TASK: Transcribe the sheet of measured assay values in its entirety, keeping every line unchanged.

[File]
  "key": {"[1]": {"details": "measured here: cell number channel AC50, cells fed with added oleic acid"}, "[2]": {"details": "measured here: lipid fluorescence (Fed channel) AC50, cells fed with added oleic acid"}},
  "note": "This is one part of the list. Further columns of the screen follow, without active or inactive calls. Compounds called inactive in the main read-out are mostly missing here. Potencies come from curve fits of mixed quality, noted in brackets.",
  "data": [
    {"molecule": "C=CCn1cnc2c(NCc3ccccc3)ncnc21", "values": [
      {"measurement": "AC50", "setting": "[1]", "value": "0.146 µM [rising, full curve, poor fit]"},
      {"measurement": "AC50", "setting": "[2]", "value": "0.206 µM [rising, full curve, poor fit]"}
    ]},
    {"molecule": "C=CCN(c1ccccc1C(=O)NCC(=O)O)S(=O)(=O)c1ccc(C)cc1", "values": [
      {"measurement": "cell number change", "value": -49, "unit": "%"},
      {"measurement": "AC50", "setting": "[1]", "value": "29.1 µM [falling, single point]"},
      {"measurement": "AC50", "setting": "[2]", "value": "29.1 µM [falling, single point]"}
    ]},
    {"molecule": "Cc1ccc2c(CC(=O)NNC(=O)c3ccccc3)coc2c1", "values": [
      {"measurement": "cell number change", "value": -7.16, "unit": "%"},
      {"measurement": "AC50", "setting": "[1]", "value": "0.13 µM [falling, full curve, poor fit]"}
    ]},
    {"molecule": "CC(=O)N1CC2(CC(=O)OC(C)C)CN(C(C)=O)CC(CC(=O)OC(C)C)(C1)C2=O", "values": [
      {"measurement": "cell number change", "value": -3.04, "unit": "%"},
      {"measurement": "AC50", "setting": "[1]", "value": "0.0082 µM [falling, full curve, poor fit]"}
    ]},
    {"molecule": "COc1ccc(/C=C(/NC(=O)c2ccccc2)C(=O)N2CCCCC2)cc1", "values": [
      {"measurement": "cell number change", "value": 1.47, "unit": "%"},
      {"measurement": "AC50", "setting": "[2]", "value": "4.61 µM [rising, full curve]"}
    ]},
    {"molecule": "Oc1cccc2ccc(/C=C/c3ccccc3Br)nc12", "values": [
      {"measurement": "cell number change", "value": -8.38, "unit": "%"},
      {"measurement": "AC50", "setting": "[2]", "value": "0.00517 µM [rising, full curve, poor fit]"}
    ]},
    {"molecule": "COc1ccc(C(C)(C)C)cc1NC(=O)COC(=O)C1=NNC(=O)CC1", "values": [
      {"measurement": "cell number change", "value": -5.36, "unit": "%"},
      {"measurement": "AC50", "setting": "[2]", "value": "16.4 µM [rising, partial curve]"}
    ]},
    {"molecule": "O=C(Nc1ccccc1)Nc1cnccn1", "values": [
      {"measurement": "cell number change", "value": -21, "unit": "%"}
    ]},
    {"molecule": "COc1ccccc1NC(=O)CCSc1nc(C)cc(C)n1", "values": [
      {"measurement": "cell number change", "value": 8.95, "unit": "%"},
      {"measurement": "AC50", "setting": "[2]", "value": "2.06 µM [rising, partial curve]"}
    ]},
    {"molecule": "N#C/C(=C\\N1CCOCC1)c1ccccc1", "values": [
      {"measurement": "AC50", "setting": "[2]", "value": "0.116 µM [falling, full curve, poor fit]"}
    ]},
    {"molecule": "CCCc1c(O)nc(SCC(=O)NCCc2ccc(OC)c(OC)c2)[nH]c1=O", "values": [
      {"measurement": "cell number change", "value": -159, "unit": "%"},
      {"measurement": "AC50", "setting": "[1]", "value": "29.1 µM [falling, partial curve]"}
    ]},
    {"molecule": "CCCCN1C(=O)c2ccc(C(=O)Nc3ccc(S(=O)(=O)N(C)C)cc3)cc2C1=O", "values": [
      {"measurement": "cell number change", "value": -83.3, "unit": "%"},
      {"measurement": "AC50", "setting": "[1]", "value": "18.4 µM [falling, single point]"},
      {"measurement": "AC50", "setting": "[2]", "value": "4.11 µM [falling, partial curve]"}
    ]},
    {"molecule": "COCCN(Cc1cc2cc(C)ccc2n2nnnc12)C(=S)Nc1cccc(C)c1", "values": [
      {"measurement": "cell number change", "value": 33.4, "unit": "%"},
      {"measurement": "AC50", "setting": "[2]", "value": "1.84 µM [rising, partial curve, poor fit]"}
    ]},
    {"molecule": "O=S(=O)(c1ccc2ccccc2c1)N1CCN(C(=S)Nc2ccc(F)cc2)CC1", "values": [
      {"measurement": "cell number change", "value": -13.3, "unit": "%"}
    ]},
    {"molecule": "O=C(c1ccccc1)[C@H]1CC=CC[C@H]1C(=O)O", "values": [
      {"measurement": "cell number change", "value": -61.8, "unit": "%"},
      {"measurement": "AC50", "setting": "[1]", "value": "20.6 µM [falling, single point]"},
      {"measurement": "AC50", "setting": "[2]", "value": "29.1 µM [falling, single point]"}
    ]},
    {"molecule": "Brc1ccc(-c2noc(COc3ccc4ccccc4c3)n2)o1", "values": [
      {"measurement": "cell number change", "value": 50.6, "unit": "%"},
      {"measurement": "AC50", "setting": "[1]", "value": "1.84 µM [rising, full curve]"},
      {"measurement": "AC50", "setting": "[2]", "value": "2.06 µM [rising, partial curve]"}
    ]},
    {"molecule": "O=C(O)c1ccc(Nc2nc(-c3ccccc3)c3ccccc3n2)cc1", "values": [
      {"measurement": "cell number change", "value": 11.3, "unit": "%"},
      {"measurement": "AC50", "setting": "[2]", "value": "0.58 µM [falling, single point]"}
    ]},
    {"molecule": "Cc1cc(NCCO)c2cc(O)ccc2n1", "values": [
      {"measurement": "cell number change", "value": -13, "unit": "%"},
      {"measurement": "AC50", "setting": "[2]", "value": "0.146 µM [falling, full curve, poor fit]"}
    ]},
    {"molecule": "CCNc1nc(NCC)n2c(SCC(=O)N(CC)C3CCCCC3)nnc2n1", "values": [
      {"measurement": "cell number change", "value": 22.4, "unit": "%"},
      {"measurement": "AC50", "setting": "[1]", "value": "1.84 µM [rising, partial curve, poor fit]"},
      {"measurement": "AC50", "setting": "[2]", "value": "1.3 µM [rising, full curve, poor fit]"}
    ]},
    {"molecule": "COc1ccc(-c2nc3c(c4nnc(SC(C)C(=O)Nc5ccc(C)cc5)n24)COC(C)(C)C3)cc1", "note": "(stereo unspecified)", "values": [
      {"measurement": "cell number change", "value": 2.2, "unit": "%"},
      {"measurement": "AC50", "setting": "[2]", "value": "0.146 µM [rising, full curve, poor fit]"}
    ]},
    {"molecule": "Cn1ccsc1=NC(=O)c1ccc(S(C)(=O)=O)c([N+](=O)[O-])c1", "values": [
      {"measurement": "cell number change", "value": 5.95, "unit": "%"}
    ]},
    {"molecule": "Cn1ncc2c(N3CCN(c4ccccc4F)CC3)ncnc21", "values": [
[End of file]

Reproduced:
  "key": {"[1]": {"details": "measured here: cell number channel AC50, cells fed with added oleic acid"}, "[2]": {"details": "measured here: lipid fluorescence (Fed channel) AC50, cells fed with added oleic acid"}},
  "note": "This is one part of the list. Further columns of the screen follow, without active or inactive calls. Compounds called inactive in the main read-out are mostly missing here. Potencies come from curve fits of mixed quality, noted in brackets.",
  "data": [
    {"molecule": "C=CCn1cnc2c(NCc3ccccc3)ncnc21", "values": [
      {"measurement": "AC50", "setting": "[1]", "value": "0.146 µM [rising, full curve, poor fit]"},
      {"measurement": "AC50", "setting": "[2]", "value": "0.206 µM [rising, full curve, poor fit]"}
    ]},
    {"molecule": "C=CCN(c1ccccc1C(=O)NCC(=O)O)S(=O)(=O)c1ccc(C)cc1", "values": [
      {"measurement": "cell number change", "value": -49, "unit": "%"},
      {"measurement": "AC50", "setting": "[1]", "value": "29.1 µM [falling, single point]"},
      {"measurement": "AC50", "setting": "[2]", "value": "29.1 µM [falling, single point]"}
    ]},
    {"molecule": "Cc1ccc2c(CC(=O)NNC(=O)c3ccccc3)coc2c1", "values": [
      {"measurement": "cell number change", "value": -7.16, "unit": "%"},
      {"measurement": "AC50", "setting": "[1]", "value": "0.13 µM [falling, full curve, poor fit]"}
    ]},
    {"molecule": "CC(=O)N1CC2(CC(=O)OC(C)C)CN(C(C)=O)CC(CC(=O)OC(C)C)(C1)C2=O", "values": [
      {"measurement": "cell number change", "value": -3.04, "unit": "%"},
      {"measurement": "AC50", "setting": "[1]", "value": "0.0082 µM [falling, full curve, poor fit]"}
    ]},
    {"molecule": "COc1ccc(/C=C(/NC(=O)c2ccccc2)C(=O)N2CCCCC2)cc1", "values": [
      {"measurement": "cell number change", "value": 1.47, "unit": "%"},
      {"measurement": "AC50", "setting": "[2]", "value": "4.61 µM [rising, full curve]"}
    ]},
    {"molecule": "Oc1cccc2ccc(/C=C/c3ccccc3Br)nc12", "values": [
      {"measurement": "cell number change", "value": -8.38, "unit": "%"},
      {"measurement": "AC50", "setting": "[2]", "value": "0.00517 µM [rising, full curve, poor fit]"}
    ]},
    {"molecule": "COc1ccc(C(C)(C)C)cc1NC(=O)COC(=O)C1=NNC(=O)CC1", "values": [
      {"measurement": "cell number change", "value": -5.36, "unit": "%"},
      {"measurement": "AC50", "setting": "[2]", "value": "16.4 µM [rising, partial curve]"}
    ]},
    {"molecule": "O=C(Nc1ccccc1)Nc1cnccn1", "values": [
      {"measurement": "cell number change", "value": -21, "unit": "%"}
    ]},
    {"molecule": "COc1ccccc1NC(=O)CCSc1nc(C)cc(C)n1", "values": [
      {"measurement": "cell number change", "value": 8.95, "unit": "%"},
      {"measurement": "AC50", "setting": "[2]", "value": "2.06 µM [rising, partial curve]"}
    ]},
    {"molecule": "N#C/C(=C\\N1CCOCC1)c1ccccc1", "values": [
      {"measurement": "AC50", "setting": "[2]", "value": "0.116 µM [falling, full curve, poor fit]"}
    ]},
    {"molecule": "CCCc1c(O)nc(SCC(=O)NCCc2ccc(OC)c(OC)c2)[nH]c1=O", "values": [
      {"measurement": "cell number change", "value": -159, "unit": "%"},
      {"measurement": "AC50", "setting": "[1]", "value": "29.1 µM [falling, partial curve]"}
    ]},
    {"molecule": "CCCCN1C(=O)c2ccc(C(=O)Nc3ccc(S(=O)(=O)N(C)C)cc3)cc2C1=O", "values": [
      {"measurement": "cell number change", "value": -83.3, "unit": "%"},
      {"measurement": "AC50", "setting": "[1]", "value": "18.4 µM [falling, single point]"},
      {"measurement": "AC50", "setting": "[2]", "value": "4.11 µM [falling, partial curve]"}
    ]},
    {"molecule": "COCCN(Cc1cc2cc(C)ccc2n2nnnc12)C(=S)Nc1cccc(C)c1", "values": [
      {"measurement": "cell number change", "value": 33.4, "unit": "%"},
      {"measurement": "AC50", "setting": "[2]", "value": "1.84 µM [rising, partial curve, poor fit]"}
    ]},
    {"molecule": "O=S(=O)(c1ccc2ccccc2c1)N1CCN(C(=S)Nc2ccc(F)cc2)CC1", "values": [
      {"measurement": "cell number change", "value": -13.3, "unit": "%"}
    ]},
    {"molecule": "O=C(c1ccccc1)[C@H]1CC=CC[C@H]1C(=O)O", "values": [
      {"measurement": "cell number change", "value": -61.8, "unit": "%"},
      {"measurement": "AC50", "setting": "[1]", "value": "20.6 µM [falling, single point]"},
      {"measurement": "AC50", "setting": "[2]", "value": "29.1 µM [falling, single point]"}
    ]},
    {"molecule": "Brc1ccc(-c2noc(COc3ccc4ccccc4c3)n2)o1", "values": [
      {"measurement": "cell number change", "value": 50.6, "unit": "%"},
      {"measurement": "AC50", "setting": "[1]", "value": "1.84 µM [rising, full curve]"},
      {"measurement": "AC50", "setting": "[2]", "value": "2.06 µM [rising, partial curve]"}
    ]},
    {"molecule": "O=C(O)c1ccc(Nc2nc(-c3ccccc3)c3ccccc3n2)cc1", "values": [
      {"measurement": "cell number change", "value": 11.3, "unit": "%"},
      {"measurement": "AC50", "setting": "[2]", "value": "0.58 µM [falling, single point]"}
    ]},
    {"molecule": "Cc1cc(NCCO)c2cc(O)ccc2n1", "values": [
      {"measurement": "cell number change", "value": -13, "unit": "%"},
      {"measurement": "AC50", "setting": "[2]", "value": "0.146 µM [falling, full curve, poor fit]"}
    ]},
    {"molecule": "CCNc1nc(NCC)n2c(SCC(=O)N(CC)C3CCCCC3)nnc2n1", "values": [
      {"measurement": "cell number change", "value": 22.4, "unit": "%"},
      {"measurement": "AC50", "setting": "[1]", "value": "1.84 µM [rising, partial curve, poor fit]"},
      {"measurement": "AC50", "setting": "[2]", "value": "1.3 µM [rising, full curve, poor fit]"}
    ]},
    {"molecule": "COc1ccc(-c2nc3c(c4nnc(SC(C)C(=O)Nc5ccc(C)cc5)n24)COC(C)(C)C3)cc1", "note": "(stereo unspecified)", "values": [
      {"measurement": "cell number change", "value": 2.2, "unit": "%"},
      {"measurement": "AC50", "setting": "[2]", "value": "0.146 µM [rising, full curve, poor fit]"}
    ]},
    {"molecule": "Cn1ccsc1=NC(=O)c1ccc(S(C)(=O)=O)c([N+](=O)[O-])c1", "values": [
      {"measurement": "cell number change", "value": 5.95, "unit": "%"}
    ]},
    {"molecule": "Cn1ncc2c(N3CCN(c4ccccc4F)CC3)ncnc21", "values": [